2. Forgive my cynicism but the Highways England have not committed to do anything specific, apart from join discussions with other related parties. They have no allocated budget to implement any major motorcycle-focused initiatives. This is no different to Australia. Look at the recent Oxley Highway safety initiative recommendations. Of the 7 specific recommendations contained in the report the only one that was implemented was the speed reduction. The cheapest, quickest and easiest way to be seen to be doing something and showing ‘progress’. All of the other recommendations which required thought, effort, major works and funding, and may have actually provided some safety benefits, have not been implemented and there seems to be no plan to do so.

  3. There is a danger of overdoing all of this complaining about the roads, and motorcyclists will become known as the whining sooks of the motoring world. Those who are long term riders (30+ years) will remember the days when you bought a bike that suited the conditions in which you rode, learnt how to ride it properly, and accepted that there is some danger in motorcycling. As the nanny-state mentality becomes more and more prevalent people are taking less and less responsibility for there own safety and looking for someone else to blame when something goes wrong.

    1. Bullshit! MotoRain
      When they( the authorities) come to take your motorcycle from you are you going to stand up or just take it up the A*SE. You sound like the people who say if you don’t speed you don’t get fined mentality.
      We motorcyclist do pay dearly through the nose for the roads eg petrol tax,rego fees,third party,personal tax etc. Roads hurt motorcyclist more than we hurt the roads.

      If you hit a pot hole that is in the middle of the line you took around a corner and this pot hole is there to bite your arse! big time whose responsibility is it, Oh! F**k you would say oh i should have stayed in bed today maybe tomorrow also.
      No it’s the RMS they have a duty of care to all road users.
      Report any little or major thing you see to the RMS you can find it on the web JUST DO IT.
      Sorry if I sound too hard but reality bites.

      1. Bullshit! Black Prince. You sound like one of the whining sooks of the motorcycling world. When you see a pothole you get scared and say “Ooh, I can’t ride in these conditions, it is too dangerous.” I certainly am not one of the people who say “if you don’t speed you don’t get fined.” In fact, I have always been a hard and wild rider and have been very vocal about the oppressive way in which the road rules are now enforced. I believe that motorcyclists should be given the freedom to use the performance and manoeuvrability of their bikes to enhance their own safety. This includes exceeding the speed limit for quick overtaking, being allowed to overtake where there are unbroken white lines, and doing U-turns in places where it currently is not permitted. I also believe that we should learn to cope with real-world road conditions and not expect special treatment, which is a sign of weakness. In other words, I want more freedom, but I don’t need to be treated like a special needs child. You are saying that you, as a motorcyclist, can’t cope with the same conditions that cars do because you are inferior.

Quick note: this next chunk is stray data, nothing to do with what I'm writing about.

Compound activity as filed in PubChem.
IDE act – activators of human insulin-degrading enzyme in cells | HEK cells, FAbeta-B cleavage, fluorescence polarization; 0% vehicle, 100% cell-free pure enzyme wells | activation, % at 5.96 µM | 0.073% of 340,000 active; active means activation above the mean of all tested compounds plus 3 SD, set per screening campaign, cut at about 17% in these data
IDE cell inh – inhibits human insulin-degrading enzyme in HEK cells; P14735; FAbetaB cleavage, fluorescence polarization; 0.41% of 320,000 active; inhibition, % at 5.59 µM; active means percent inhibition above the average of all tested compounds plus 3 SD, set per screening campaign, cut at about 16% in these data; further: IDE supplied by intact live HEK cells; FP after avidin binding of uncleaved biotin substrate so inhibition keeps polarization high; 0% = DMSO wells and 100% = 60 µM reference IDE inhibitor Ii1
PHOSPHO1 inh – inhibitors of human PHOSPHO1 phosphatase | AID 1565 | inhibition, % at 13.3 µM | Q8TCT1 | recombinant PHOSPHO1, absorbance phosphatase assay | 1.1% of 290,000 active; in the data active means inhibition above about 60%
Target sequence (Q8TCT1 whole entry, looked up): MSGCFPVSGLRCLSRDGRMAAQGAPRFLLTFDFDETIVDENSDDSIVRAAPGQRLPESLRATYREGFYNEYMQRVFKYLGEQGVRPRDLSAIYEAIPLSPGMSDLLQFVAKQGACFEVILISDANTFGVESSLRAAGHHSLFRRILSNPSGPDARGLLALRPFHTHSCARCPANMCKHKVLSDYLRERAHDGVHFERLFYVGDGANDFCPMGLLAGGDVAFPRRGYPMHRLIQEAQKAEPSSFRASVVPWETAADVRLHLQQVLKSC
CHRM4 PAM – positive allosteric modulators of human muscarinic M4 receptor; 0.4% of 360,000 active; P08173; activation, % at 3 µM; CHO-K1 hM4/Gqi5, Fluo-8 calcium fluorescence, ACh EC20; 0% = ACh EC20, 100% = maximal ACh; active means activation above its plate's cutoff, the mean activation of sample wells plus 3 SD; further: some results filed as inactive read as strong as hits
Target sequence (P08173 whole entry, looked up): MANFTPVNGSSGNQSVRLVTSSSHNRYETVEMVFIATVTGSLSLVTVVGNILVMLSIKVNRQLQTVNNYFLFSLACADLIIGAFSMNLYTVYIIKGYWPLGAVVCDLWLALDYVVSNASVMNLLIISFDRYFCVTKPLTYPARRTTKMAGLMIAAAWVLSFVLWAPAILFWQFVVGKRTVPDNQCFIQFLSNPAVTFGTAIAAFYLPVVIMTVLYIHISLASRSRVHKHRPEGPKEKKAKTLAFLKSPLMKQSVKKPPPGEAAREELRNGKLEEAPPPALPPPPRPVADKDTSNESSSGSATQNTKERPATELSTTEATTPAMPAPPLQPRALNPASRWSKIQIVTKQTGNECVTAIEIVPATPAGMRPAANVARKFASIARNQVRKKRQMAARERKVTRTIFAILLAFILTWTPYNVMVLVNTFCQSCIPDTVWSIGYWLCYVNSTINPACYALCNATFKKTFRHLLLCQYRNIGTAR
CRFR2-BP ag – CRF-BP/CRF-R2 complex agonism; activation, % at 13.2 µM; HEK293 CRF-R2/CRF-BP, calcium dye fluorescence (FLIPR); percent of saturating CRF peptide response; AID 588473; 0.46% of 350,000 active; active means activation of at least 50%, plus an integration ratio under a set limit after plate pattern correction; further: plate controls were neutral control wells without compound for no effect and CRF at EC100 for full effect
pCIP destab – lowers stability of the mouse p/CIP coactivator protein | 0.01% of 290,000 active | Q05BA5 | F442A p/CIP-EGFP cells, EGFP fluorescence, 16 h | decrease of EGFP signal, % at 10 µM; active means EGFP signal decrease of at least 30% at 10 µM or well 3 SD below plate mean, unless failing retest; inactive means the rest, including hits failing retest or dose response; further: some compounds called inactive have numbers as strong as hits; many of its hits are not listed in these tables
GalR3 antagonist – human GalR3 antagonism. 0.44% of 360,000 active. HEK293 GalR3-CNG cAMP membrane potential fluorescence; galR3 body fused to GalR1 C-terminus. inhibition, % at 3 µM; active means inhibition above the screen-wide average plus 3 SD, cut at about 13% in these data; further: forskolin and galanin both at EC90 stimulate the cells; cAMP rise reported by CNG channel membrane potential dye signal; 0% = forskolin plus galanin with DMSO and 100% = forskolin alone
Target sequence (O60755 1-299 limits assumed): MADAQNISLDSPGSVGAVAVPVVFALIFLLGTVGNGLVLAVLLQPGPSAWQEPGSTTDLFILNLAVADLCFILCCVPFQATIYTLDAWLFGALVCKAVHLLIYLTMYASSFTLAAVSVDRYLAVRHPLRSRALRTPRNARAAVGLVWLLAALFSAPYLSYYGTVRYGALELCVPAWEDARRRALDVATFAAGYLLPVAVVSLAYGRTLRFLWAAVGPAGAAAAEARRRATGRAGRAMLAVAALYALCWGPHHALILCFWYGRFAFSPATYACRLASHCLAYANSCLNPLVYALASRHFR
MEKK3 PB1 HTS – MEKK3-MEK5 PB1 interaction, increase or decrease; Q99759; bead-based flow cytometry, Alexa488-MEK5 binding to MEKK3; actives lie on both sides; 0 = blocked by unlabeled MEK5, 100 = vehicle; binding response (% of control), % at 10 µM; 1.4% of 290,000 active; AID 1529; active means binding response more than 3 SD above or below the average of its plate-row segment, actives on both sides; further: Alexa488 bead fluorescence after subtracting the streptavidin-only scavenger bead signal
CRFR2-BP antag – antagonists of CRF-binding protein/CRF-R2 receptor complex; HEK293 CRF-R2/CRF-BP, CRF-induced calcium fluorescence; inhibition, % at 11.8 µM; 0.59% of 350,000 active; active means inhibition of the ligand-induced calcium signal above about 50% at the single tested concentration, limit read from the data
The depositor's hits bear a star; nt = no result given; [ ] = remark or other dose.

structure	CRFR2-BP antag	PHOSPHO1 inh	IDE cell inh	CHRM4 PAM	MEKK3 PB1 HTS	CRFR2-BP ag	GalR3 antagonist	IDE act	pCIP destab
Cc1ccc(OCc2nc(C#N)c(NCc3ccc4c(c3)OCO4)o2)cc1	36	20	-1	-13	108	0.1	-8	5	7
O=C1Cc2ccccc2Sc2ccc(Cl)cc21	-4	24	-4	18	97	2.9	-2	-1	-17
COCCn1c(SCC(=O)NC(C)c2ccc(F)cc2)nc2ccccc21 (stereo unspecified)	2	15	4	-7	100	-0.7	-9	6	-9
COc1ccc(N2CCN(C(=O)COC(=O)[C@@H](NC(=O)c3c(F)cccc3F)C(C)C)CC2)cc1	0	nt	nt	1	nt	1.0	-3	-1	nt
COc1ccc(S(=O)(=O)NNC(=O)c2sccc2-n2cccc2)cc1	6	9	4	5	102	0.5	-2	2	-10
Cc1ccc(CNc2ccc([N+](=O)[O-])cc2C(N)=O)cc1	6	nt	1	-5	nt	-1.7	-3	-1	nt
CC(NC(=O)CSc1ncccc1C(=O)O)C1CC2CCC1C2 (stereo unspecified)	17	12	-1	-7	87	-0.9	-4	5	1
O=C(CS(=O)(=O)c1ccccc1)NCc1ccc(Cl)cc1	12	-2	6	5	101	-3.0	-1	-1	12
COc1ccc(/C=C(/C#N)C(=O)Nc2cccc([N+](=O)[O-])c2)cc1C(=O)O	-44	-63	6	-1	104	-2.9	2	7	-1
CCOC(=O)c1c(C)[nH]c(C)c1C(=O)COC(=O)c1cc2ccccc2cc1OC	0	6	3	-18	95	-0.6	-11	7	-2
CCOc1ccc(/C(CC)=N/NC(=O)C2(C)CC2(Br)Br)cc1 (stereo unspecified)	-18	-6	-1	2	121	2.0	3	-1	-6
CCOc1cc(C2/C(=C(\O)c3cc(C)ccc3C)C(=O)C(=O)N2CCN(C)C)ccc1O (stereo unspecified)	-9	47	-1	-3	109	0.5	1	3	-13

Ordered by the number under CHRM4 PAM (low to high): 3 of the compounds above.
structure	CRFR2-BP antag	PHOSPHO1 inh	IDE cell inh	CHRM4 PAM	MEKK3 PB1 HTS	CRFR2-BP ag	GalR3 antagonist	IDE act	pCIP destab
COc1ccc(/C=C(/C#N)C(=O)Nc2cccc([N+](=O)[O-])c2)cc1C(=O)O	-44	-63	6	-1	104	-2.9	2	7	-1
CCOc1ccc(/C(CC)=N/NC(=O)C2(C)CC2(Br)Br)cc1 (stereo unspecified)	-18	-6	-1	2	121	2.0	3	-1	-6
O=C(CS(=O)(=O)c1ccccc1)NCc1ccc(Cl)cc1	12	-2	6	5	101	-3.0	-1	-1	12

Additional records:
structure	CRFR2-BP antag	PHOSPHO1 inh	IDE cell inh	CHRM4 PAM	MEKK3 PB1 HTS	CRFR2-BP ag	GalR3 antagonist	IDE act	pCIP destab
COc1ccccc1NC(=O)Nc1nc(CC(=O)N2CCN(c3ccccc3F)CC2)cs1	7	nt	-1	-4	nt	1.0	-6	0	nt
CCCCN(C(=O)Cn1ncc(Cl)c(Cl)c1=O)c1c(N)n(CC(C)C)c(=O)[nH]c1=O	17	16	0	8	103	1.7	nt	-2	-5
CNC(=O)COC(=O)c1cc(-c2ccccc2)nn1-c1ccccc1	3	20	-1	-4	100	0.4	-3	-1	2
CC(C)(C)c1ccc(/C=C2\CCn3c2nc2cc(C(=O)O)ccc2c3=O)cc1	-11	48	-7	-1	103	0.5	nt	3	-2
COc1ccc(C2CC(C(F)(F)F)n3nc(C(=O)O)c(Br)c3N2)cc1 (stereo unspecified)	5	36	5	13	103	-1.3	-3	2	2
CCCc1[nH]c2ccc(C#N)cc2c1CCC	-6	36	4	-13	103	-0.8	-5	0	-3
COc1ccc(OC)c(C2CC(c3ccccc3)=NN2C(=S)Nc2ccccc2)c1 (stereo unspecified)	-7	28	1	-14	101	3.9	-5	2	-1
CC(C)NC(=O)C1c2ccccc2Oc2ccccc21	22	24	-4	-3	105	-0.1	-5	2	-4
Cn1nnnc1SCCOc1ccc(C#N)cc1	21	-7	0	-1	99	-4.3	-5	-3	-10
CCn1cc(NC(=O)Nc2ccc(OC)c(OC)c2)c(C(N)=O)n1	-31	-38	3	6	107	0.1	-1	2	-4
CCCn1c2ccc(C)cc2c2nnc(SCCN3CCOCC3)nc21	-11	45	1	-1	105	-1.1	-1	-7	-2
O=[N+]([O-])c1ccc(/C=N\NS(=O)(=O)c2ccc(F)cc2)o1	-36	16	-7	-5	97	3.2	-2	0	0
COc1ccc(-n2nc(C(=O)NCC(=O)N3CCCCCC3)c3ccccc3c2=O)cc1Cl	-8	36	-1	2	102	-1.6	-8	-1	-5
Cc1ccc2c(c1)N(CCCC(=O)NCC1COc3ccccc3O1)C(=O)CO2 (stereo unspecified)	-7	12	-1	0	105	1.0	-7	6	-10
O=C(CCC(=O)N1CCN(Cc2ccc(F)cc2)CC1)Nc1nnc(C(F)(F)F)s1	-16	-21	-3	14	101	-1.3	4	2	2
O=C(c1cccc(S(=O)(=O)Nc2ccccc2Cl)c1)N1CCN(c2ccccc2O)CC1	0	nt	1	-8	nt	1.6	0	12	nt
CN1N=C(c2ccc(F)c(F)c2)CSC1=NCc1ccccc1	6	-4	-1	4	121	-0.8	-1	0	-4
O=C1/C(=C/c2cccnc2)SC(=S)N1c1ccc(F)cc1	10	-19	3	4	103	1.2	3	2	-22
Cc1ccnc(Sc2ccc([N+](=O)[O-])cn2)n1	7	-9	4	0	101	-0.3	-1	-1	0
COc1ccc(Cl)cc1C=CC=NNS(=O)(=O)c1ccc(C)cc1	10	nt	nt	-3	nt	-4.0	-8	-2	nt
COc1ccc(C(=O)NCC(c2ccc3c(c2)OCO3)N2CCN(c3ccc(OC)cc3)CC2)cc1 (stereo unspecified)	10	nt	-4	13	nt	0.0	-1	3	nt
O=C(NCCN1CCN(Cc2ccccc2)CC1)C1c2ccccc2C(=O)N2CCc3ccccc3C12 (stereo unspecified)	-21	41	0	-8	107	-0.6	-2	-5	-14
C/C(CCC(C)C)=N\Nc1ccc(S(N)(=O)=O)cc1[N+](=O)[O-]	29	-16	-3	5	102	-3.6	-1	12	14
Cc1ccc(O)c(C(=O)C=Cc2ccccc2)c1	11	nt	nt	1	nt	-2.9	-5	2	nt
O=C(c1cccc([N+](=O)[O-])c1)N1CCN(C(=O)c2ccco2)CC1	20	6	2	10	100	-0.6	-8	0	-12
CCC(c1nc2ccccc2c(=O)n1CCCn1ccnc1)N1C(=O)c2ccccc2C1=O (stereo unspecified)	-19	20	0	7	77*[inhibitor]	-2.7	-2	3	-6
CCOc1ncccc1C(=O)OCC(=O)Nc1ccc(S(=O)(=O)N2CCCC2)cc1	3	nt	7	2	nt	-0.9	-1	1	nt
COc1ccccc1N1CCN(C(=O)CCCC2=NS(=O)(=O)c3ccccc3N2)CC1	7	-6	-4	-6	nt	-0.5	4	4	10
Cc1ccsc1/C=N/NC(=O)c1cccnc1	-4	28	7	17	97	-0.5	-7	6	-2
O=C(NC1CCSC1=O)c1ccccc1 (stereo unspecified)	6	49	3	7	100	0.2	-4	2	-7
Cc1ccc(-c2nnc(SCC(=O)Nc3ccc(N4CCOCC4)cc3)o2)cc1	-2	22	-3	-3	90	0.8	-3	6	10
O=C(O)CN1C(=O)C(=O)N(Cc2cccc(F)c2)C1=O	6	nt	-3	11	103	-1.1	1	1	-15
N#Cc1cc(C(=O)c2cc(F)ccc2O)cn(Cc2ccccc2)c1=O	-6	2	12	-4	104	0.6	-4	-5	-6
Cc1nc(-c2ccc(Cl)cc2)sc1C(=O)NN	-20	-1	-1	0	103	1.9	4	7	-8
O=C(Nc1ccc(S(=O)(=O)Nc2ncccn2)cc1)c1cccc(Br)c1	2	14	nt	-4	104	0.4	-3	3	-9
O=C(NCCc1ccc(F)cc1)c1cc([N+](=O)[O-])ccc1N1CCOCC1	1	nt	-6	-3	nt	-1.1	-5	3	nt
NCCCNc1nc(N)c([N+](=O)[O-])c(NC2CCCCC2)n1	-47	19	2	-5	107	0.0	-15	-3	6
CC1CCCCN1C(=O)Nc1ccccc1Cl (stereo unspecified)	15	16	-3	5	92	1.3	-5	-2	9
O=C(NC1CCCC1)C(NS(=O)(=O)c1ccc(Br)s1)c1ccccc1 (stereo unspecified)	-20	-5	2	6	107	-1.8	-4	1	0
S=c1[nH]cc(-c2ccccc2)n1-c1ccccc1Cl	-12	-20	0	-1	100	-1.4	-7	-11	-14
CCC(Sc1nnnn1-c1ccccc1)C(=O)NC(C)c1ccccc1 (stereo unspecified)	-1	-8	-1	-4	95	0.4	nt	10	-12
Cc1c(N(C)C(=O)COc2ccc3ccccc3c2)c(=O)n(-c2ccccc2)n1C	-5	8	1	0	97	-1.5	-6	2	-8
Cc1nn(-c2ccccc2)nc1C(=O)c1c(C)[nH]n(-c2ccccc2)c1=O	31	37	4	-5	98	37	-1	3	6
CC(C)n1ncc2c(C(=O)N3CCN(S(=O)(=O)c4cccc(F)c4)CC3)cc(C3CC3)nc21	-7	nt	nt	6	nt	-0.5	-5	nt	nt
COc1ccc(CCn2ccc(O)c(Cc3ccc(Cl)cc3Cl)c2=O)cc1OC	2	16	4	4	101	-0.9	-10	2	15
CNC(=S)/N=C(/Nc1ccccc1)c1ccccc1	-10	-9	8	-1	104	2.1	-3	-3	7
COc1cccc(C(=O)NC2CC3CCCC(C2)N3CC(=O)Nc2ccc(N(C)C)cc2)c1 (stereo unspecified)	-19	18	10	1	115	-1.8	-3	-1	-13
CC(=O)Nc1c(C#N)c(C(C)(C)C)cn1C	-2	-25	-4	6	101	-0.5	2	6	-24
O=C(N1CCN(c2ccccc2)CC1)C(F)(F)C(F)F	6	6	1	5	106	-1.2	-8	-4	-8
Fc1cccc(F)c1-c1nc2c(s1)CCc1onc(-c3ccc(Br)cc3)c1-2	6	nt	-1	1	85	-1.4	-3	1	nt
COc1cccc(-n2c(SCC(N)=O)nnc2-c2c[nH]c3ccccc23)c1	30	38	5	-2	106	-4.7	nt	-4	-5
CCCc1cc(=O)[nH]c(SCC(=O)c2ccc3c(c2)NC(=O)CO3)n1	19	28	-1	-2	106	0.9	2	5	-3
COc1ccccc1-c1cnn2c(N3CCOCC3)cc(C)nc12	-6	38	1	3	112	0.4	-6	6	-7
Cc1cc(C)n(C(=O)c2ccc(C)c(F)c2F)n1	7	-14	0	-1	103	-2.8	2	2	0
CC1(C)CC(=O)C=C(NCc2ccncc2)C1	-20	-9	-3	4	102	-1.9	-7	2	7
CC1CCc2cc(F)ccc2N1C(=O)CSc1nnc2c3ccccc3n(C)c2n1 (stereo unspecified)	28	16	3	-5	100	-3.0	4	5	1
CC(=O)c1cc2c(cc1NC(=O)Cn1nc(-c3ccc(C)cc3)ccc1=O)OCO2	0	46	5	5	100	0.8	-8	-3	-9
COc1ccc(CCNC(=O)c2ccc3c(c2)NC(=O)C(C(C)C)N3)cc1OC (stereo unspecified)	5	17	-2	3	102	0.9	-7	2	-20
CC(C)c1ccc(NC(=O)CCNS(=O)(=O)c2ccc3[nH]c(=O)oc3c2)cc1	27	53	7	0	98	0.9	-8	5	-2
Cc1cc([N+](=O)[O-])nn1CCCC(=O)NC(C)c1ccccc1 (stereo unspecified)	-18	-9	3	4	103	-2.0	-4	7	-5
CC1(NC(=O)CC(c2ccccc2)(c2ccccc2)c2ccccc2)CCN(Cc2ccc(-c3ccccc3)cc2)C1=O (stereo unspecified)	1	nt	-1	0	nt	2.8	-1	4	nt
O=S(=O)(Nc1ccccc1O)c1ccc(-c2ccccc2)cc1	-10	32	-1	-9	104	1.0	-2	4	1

1. Moto Rain’s sentiments Trump Black Prince in my book. If I may use that Trump word. It’s about realism and accepting the rough with the smooth. I rode a hard tail Triumph Bonneville chop across the Negev desert in Israel once, before they built the road. Not much point complaining though; I just took it easy. I wrote a book about the trip – ‘Low Rider’ it’s up there on Kindle
          Ian Mutch Glastonbury England

  4. Armco & the wire rope and posts (as seen in article photo) are lethal for motorcyclists, sportscar drivers & cyclists.
    If you fall off, the posts chop your arms & legs off.

  5. Well! I finally got some comments.
    But sorry you all missed the point.
    So I cannot help you.

    Well, for you info, I am 68 years young, started ridding at 18, when helmets were an option and also motorcycles had front number plates, dirt roads the norm in my area.
    Had my share of English Bikes, 500cc singles, 650 cc Twins, Jap’s ,900 Kwaka’s etc, wrote a few off. But if you see a red 996 Ducati with the rider wearing a AC/DC helmet going around you waving it’s me.
    Happy trails